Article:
Paint experts offer tips, from color to application
Yvonne Pilcher may not like painting her home, but she can tell you how to get it done.
The self-proclaimed "sloppy painter" has been in the hardware business for 38 years, and at Denny's Ace Hardware in Woodland, she helps people prepare their interior paint jobs.
And as outside-the-house tasks slow down, indoor painting picks up, she said.
First, consider the space. Darker walls make a room feel smaller, while lighter walls open a space up.
Avoid orange and red in the bedroom or bathroom. "Red pumps up adrenaline and stimulates appetite," said Megan Rivas. Instead, opt for blues and greens. Rivas is a certified color expert and the owner of Room and Flow, a staging and interior redesign company in Duluth.
We associate colors with feelings, and how certain colors make you feel is key when selecting a shade for the home, Rivas said. Before picking the hue for you, consider these color associations from Rivas and hgtv.com:
• Purple: regal, exotic, creativity, mystery
• Blue: connected to sky and water, clear thinking, dependability
• Green: renewal, growth, crispness
• Gray: strength, sophistication, calm
• Brown: nature, richness, warmth
• Orange: innovation, stimulating, boldness
• Yellow: welcoming, enthusiastic, optimistic
• Red: heightens the senses, romance, passion
• Pink: glamour, freshness
Also consider elements in the room such as the trim, cabinets, flooring, countertops, as well as the lighting during different times of day and the direction your home is facing.
"Cool grays don't look as well in north-facing rooms due to low sunlight conditions but look wonderful in sun drenched southern exposed rooms," Rivas said.
Added Pilcher: "Your colors won't look the same at home." So, when shopping for paint, she encouraged taking color chips home before making a decision.
Next, choose a paint sheen according to the room and how it's used.
Kitchens and bathrooms see more spills, so opt for a semi-gloss finish, which has better scrubbability, Pilcher said. Flat sheens are good for low-traffic spaces and ceilings. Matte is easy to clean and good for bedrooms.
Pick your tape and rollers. For the latter, the tougher the surface, the better the grade, Pilcher said. (Think popcorn ceilings.)
There are different grades of tape that promise to prevent the surfaces from paint bleeding through, and there are smaller sized brushes for tending to spaces around window fixtures and doors.
And if a certain color isn't in available, Pilcher can make it onsite, she said.
Ready your paint, brush or roller, tray, painter's tape, drop cloth, and make sure the walls are clean before getting started, Pilcher added. Tape around moldings, and apply one to three coats. One tip: With paint on your brush, slap it on the side of the container before getting started. That'll help you get a better coat and avoid dripping, Pilcher said.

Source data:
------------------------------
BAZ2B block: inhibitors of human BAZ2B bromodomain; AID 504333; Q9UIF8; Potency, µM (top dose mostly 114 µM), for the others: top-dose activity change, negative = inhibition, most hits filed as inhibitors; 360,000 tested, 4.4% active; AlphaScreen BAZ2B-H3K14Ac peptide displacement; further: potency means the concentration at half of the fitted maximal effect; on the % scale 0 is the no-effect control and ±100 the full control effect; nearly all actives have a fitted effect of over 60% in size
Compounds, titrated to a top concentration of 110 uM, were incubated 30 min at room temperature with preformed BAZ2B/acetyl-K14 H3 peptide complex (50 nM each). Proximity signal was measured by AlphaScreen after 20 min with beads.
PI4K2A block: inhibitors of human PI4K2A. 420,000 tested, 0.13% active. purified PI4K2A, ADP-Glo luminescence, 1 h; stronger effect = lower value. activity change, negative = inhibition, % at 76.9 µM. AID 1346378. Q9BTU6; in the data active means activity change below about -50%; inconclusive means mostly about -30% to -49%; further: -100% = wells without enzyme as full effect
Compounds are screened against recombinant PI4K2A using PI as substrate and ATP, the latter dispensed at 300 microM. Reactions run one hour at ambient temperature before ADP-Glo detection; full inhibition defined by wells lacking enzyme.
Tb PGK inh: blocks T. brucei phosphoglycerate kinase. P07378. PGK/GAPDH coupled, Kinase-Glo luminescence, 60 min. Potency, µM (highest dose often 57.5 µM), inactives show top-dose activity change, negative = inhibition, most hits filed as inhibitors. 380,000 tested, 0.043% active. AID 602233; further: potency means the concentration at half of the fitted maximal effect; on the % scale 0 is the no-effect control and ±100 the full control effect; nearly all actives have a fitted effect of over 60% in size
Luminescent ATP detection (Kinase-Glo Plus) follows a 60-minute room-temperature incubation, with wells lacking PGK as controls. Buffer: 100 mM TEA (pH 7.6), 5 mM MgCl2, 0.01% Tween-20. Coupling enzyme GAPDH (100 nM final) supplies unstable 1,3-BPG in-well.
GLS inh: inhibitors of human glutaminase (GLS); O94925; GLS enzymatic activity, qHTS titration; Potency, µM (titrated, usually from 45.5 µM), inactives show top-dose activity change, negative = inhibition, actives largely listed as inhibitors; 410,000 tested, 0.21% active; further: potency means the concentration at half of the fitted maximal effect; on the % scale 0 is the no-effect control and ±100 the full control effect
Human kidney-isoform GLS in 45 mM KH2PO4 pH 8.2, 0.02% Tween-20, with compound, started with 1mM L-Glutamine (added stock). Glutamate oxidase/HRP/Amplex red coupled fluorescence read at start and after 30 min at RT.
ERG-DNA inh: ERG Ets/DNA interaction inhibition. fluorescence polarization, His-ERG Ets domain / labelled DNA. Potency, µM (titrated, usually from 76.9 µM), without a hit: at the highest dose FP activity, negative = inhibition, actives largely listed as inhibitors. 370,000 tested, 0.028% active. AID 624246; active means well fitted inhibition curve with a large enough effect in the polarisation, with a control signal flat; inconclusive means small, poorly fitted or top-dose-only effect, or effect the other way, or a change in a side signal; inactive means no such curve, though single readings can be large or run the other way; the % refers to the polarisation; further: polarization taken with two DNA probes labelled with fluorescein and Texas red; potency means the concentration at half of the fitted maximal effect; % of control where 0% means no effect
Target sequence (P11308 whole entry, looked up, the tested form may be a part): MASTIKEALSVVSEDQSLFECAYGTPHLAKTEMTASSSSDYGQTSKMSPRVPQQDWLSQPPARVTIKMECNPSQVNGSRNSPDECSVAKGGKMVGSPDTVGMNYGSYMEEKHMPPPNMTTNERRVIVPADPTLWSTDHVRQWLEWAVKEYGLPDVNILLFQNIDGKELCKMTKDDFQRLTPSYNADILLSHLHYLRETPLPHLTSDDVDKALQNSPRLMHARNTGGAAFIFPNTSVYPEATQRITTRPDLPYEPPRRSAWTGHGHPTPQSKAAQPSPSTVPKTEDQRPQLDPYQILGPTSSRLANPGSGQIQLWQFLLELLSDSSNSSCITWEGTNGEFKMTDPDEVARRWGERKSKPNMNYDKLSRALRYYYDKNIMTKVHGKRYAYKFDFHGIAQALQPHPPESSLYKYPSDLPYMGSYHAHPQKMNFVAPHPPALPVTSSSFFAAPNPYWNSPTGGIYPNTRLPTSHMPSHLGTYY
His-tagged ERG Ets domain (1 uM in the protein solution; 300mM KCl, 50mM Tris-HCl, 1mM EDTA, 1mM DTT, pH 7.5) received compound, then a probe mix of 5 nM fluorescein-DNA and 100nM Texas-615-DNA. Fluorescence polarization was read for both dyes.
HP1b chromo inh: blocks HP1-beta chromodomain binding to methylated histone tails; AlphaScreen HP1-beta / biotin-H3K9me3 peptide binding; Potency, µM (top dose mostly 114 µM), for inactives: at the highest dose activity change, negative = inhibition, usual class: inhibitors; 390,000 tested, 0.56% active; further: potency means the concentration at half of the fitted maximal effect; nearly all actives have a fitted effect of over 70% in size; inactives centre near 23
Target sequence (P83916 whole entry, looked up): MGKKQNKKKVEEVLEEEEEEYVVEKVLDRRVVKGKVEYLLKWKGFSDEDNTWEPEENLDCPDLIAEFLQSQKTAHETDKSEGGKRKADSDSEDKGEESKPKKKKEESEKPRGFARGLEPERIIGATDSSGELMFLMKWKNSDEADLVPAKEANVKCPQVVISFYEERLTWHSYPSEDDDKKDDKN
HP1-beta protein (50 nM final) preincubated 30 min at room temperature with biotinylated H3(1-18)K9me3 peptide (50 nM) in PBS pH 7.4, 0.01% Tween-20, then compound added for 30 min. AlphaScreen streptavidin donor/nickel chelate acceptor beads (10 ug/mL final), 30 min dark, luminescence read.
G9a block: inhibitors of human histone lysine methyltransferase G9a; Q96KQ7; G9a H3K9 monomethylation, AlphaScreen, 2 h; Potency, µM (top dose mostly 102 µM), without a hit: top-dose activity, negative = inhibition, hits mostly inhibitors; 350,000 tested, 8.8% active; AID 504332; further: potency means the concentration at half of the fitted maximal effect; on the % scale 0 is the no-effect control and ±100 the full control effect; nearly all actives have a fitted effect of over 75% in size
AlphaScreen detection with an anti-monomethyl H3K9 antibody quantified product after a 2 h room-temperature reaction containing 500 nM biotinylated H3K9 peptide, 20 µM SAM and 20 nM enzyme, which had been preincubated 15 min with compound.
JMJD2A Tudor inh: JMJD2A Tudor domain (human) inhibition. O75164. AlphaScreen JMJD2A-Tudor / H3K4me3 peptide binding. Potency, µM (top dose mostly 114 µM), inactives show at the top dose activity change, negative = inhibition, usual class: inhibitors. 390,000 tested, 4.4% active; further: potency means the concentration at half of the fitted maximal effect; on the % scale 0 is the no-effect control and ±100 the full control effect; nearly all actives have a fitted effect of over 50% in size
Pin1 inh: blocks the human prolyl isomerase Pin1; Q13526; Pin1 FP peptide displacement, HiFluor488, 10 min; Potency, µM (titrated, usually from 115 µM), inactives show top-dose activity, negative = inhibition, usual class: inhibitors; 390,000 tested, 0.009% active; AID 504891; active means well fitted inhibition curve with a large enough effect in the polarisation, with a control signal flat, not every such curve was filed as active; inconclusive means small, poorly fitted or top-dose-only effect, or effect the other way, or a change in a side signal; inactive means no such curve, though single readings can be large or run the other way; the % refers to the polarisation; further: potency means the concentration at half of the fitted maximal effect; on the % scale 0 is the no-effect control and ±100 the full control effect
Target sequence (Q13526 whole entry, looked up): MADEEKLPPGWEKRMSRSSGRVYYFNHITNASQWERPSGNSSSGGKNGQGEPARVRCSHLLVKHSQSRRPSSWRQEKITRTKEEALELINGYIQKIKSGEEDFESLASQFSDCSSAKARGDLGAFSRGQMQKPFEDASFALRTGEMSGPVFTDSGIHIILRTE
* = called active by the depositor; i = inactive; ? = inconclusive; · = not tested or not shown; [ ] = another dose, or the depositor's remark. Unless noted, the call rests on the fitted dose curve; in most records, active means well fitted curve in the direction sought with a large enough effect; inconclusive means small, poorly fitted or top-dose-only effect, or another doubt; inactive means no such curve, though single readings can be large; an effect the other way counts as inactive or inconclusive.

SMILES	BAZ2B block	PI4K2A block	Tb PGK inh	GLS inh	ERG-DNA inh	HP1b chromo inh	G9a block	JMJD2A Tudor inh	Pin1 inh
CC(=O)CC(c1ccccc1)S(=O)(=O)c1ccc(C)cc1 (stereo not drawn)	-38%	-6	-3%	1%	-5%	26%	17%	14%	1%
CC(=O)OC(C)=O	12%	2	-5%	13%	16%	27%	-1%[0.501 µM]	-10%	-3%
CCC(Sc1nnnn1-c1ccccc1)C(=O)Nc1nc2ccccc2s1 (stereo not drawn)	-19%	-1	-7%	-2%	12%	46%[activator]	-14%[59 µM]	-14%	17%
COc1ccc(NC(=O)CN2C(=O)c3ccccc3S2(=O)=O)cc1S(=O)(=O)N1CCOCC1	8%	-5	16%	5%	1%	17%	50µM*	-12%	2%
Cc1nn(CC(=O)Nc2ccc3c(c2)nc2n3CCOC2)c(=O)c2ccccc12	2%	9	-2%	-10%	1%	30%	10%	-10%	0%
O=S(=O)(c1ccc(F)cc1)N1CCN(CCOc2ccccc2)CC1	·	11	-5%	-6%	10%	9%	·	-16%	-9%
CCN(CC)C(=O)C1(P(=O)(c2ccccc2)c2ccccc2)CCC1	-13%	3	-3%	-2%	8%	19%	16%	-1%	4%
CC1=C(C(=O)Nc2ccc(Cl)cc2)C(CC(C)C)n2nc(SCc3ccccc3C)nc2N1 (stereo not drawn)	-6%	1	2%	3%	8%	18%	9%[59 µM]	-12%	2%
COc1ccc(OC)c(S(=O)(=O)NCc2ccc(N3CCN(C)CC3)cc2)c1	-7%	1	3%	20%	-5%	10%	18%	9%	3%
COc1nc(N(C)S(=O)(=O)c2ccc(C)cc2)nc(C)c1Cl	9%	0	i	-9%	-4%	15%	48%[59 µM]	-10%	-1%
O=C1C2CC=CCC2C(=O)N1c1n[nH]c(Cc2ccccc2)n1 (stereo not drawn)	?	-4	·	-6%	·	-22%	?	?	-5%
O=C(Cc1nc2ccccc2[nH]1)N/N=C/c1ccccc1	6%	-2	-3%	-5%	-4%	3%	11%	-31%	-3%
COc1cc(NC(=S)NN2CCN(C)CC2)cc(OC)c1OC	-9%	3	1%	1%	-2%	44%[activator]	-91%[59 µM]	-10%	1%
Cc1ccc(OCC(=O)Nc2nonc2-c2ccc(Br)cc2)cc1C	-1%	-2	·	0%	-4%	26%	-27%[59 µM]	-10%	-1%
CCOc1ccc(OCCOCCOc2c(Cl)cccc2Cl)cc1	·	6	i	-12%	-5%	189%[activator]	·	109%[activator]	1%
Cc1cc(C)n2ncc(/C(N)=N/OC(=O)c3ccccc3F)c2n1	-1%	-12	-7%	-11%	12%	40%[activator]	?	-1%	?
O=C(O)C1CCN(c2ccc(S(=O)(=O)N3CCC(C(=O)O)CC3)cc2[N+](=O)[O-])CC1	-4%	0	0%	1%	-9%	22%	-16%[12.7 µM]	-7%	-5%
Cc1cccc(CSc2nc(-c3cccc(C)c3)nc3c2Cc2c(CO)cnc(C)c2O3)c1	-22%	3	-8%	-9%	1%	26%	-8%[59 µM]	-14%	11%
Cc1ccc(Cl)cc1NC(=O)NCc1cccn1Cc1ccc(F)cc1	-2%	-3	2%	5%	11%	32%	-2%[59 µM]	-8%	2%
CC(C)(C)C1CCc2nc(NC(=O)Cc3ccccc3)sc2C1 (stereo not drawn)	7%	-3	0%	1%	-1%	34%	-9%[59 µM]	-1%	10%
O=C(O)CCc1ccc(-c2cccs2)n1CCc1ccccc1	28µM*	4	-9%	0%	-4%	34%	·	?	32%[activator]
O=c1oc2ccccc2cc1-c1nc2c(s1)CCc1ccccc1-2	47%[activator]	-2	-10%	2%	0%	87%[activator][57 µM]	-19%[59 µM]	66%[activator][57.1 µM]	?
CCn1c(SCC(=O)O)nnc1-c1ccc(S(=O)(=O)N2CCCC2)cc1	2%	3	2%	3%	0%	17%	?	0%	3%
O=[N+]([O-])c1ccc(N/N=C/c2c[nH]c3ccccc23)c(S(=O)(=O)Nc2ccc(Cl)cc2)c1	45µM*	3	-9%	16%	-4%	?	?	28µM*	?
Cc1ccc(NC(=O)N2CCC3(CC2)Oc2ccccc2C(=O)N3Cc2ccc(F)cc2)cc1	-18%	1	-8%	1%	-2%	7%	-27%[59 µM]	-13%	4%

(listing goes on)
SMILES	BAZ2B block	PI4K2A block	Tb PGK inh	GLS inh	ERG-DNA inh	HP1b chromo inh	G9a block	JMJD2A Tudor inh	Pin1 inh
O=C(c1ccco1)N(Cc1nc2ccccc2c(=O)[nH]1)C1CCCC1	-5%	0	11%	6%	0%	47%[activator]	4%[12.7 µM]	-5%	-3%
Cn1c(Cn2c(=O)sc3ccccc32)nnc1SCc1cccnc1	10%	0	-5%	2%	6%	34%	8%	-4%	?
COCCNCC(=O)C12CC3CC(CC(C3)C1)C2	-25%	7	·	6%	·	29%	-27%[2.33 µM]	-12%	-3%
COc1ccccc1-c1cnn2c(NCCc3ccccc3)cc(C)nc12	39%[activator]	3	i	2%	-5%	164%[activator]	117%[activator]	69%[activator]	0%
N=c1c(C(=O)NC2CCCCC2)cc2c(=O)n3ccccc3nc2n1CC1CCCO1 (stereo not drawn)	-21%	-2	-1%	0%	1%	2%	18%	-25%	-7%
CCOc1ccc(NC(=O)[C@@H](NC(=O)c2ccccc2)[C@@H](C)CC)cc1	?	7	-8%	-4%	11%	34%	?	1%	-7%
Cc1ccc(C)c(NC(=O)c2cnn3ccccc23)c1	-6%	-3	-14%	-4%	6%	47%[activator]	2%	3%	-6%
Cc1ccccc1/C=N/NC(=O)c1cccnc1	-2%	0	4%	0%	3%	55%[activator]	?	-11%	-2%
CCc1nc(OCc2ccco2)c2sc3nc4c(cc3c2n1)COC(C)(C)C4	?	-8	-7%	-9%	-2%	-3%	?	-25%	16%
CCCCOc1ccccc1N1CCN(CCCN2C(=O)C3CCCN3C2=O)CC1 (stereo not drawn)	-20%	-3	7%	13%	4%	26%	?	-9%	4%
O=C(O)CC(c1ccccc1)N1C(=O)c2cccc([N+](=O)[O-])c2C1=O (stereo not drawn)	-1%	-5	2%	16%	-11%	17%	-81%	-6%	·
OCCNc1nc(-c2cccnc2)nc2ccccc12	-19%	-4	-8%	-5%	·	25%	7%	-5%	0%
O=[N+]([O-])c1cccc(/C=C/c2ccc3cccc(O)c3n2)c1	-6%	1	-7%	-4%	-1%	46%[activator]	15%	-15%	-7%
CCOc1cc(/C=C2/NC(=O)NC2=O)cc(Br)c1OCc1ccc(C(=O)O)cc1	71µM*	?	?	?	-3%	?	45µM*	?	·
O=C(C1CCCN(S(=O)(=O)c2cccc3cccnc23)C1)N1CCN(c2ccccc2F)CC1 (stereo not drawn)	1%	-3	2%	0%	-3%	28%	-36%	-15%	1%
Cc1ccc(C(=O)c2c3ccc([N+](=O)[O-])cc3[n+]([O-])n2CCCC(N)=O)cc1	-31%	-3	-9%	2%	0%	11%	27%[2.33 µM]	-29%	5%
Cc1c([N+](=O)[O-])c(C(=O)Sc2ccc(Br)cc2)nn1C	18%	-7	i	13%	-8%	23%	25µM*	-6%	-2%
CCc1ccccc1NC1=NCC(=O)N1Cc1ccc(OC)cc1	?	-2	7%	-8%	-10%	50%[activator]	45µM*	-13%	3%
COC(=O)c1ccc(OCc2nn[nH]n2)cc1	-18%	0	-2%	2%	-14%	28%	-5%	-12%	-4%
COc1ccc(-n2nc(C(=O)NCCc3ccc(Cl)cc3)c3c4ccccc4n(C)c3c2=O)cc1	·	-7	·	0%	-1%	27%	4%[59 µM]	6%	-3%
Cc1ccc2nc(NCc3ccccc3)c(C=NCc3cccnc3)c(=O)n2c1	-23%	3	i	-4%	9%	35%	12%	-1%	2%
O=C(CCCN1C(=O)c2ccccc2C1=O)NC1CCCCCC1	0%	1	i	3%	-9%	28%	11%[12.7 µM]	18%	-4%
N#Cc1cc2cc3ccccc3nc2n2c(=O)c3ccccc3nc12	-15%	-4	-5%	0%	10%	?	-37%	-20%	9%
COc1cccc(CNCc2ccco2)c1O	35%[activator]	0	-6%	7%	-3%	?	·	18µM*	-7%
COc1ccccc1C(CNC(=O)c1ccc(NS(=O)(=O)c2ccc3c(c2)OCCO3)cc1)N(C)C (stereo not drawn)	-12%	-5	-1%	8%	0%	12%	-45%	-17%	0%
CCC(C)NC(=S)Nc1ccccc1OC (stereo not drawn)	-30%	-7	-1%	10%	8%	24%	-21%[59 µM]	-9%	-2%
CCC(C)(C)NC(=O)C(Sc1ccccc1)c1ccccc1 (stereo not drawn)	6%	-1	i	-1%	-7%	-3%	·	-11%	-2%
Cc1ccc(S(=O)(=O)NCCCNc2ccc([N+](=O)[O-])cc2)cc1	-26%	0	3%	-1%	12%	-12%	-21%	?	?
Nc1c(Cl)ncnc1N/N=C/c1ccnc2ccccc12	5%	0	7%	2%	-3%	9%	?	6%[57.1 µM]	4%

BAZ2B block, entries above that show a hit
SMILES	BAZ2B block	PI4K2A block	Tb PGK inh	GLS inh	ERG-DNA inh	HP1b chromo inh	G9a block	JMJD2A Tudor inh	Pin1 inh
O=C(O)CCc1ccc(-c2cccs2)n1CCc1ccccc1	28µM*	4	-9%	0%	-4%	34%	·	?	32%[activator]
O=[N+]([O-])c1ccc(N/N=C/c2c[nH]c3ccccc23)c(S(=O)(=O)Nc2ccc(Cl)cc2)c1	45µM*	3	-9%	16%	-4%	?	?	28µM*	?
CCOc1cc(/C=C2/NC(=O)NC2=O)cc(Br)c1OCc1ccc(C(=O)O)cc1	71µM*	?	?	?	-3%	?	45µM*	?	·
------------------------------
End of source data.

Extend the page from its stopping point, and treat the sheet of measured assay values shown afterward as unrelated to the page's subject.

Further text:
Most paint has no- or low-VOC (volatile organic compounds), so you don't need a lot of ventilation. Just open a window.
If there are leftovers, seal and store your paint in a warm place to avoid freezing. You can tell paint isn't in its prime if it's "cottage cheese-y lumpy," Pilcher said, or if it has an odor.
At Denny's, she sees Northlanders are opting for gray paint with blueish and greenish tones, and we're opting for one accent wall. Paint durability is always improving, and the industry has switched from oil-based to latex, which is easier to clean, less smelly, with less drying time, she said.
And remember hypercolor shirts from the '90s? Well, there's a ceiling paint that goes on purple and dries white. It helps you see where you're painting so you don't miss a spot, and there's the added bonus of a purple ceiling when you shower.
There's also new lines for what goes inside your home. There's chalk paint — different from chalkboard paint — for furniture, including couches. There's also powder paint and cracked finish paint — for an aged look. It can be used on glass, metal.
In Rivas' home, she's painted gray, white and beige walls with accent pieces that change with the season. During summer, it's bright pops of green; in the fall, it's jewel tones of maroon, navy or deep purple. She said serene interiors come by pairing complementary colors (blue and orange) or analogous colors (blue, blue-violet and red).
"Every color emits energy and emotion in people," she said.